Turn off lights when you leave ... and arrive

To avert a natural-gas crisis, White House launches a push for voluntary cutbacks.

Ten years ago, during the first Gulf War, the first Bush administration asked the American public to make sure car tires were inflated properly and engines tuned up as a way to help cut down on expensive imported oil.

Now, a second Bush administration - faced with the prospect of natural gas shortfalls this winter - is asking the public to pull down the window shades, switch to compact fluorescent lights that are more efficient, and use low flow showerheads to cut down on that flow of hot water. The aim: to save enough energy through the heat of the summer that natural gas storage levels increase enough to make policymakers stop sweating themselves.

Voluntary conservation is one of the few short-term measures the administration can suggest to help the nation catch up with its natural gas storage. Production can't be ramped up quickly. Imports are rising but can't fill the gap. So, Wednesday, in Washington and in a Home Depot in New York, Energy Secretary Spencer Abraham kicked off what the administration is calling the Smart Energy Campaign.

"If we use too much natural gas during the summer, the market could tighten and result in unacceptably high prices next winter," says Mr. Abraham.

The issue is critical enough to catch the attention of Federal Reserve Chairman Alan Greenspan, who last month suggested it could negatively affect economic growth. Thursday, Mr. Greenspan will testify before the Senate Energy and Natural Resources Committee on the same issue. In the past he said one of the solutions to high natural-gas prices was to try to reduce consumption.

However, no one is quite sure if the American public will accept energy-conservation measures. Recent results are mixed. For example, according to the Environmental Protection Agency, automobiles produced this year will get less mileage than last year's, in large part because of America's fascination with SUVs.

But, at the same time, according to the Edison Electric Institute, electricity usage from all customer classes over the past 21 years has been growing at a slower rate than the US Gross Domestic Product.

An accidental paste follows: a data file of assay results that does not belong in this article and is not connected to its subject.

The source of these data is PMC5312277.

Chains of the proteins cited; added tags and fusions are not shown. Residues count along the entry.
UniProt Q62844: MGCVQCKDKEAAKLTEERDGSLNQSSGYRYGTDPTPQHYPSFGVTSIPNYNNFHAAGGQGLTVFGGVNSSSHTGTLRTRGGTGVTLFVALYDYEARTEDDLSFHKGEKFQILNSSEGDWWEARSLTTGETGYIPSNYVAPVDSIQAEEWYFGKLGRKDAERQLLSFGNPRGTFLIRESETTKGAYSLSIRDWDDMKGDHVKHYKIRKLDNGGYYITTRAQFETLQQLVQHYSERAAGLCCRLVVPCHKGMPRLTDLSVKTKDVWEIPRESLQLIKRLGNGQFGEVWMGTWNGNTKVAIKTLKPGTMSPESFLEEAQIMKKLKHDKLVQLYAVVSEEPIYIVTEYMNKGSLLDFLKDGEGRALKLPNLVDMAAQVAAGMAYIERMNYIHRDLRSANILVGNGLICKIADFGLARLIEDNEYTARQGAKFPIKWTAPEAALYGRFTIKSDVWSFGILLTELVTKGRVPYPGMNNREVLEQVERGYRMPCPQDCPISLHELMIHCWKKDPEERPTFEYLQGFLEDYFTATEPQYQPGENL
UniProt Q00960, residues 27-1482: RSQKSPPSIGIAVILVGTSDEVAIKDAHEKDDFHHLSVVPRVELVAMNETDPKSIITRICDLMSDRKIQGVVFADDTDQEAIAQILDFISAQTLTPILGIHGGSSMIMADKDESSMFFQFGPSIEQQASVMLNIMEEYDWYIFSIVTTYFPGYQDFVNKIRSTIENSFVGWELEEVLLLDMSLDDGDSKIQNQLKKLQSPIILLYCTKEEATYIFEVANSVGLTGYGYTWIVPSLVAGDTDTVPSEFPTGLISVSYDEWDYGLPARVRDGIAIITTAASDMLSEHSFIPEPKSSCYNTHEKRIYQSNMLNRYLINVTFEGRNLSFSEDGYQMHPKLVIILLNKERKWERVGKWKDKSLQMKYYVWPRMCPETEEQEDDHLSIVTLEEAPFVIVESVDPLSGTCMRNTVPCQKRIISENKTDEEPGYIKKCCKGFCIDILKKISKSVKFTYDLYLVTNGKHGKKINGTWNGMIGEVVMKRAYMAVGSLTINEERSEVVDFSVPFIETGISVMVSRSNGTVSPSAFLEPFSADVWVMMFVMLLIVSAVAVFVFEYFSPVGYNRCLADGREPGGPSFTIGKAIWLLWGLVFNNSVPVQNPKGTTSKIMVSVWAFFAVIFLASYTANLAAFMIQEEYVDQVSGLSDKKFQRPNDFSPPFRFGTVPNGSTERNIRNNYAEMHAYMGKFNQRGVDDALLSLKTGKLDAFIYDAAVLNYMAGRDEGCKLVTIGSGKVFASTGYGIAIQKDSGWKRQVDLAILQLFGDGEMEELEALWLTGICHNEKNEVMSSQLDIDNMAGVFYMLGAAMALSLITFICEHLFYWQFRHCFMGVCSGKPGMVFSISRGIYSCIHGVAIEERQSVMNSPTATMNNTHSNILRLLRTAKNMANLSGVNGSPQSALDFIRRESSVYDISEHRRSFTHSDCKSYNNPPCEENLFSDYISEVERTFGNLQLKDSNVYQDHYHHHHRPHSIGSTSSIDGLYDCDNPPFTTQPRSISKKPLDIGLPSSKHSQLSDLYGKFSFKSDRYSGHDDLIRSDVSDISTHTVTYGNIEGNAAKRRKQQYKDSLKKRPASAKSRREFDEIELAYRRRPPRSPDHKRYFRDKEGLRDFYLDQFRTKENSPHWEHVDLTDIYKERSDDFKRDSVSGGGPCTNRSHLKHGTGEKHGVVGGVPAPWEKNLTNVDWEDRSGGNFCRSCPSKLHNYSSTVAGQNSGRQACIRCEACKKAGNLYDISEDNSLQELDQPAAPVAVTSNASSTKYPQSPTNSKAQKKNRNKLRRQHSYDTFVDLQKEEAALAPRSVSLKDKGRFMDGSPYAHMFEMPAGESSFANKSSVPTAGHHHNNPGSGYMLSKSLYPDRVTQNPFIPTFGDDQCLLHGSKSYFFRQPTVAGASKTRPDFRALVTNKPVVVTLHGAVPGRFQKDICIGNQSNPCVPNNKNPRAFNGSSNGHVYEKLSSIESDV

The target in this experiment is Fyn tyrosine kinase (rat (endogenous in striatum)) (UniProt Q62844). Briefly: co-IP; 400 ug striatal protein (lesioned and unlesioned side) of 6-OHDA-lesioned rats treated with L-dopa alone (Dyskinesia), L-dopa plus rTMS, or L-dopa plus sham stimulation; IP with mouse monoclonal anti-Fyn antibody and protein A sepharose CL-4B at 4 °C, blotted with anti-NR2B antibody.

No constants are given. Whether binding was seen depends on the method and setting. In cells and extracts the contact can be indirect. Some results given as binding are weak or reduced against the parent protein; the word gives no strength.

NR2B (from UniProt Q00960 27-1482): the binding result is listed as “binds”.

This is in line with an EEI poll in September, which found that 80 percent of Americans say they are currently taking extra steps to cut back on the use of electricity at home. The most frequent activities: 67 percent turn off lights and 46 percent limit heating and air conditioning usage.

One of those is Jeff Morgan, a resident of Rochester, Minn. Mr. Morgan and his wife, Judi, keep their thermostats turned up in the summer and down in the winter. They wash their clothes and dishes at night when electricity demand is down. They only keep a light on in the room where they are sitting. And, they recently traded in their Ford Expedition for a Ford Escape.

"Number one it saves money," says Mr. Morgan, a construction manager, "and, in the long term, I want to save energy so there is some around for my children and grandchildren."

The business sector, on the other hand, appears less active. At a recent natural-gas summit hosted by DOE, Mark Hopkins, president of the Alliance to Save Energy challenged business leaders to take a "pledge" to reduce their company's energy consumption by 10 percent. So far, he's had no replies.

"This lack of feedback is a little disappointing," he says.

If business looked hard, says Mr. Hopkins, it could find ways to cut back. "Virtually, every factory has a wide range of improvements, whether it's from maintaining the steam system to maybe turning off a blower."

Hopkins points to Dallas-based Kimberly-Clark as an example of how a company can cut down on its energy consumption. Three years ago the company embarked on a effort to cut company-wide energy use by 10 percent. It actually ended up with an 11.7 percent saving. It's now working on a new effort, which will try to target its factories to be the most efficient in the world by 2005. So far, the company estimates it has saved the equivalent of providing 700,000 US homes with electricity for a year.

"We have a staff of engineers who we have made experts on all of Kimberly-Clark's energy uses and we send them out every three to four years to assess efficiency," says Ken Strassner, the company's Roswell, Ga., vice president for environment and energy. "It's now ingrained in the culture."

Although Secretary Abraham is encouraging other companies to follow suit, the market itself seems to be having the most impact. High natural gas prices have already caused some companies to shift to less expensive fuel oil. This has helped bring the price of natural gas down. A colder than normal June gave gas producers a chance to inject a record amount of gas into storage.

But, this week, the Energy Information Agency warned that "occasional sharp price increases could occur if the difficulty of building adequate storage stocks increases."

"It all depends on the weather," says Ron Denhardt, a natural gas expert at Strategic Energy & Economic Research, Inc. in Winchester, Mass. "Unless it's extremely hot, I think we'll have close to adequate supplies for the winter."

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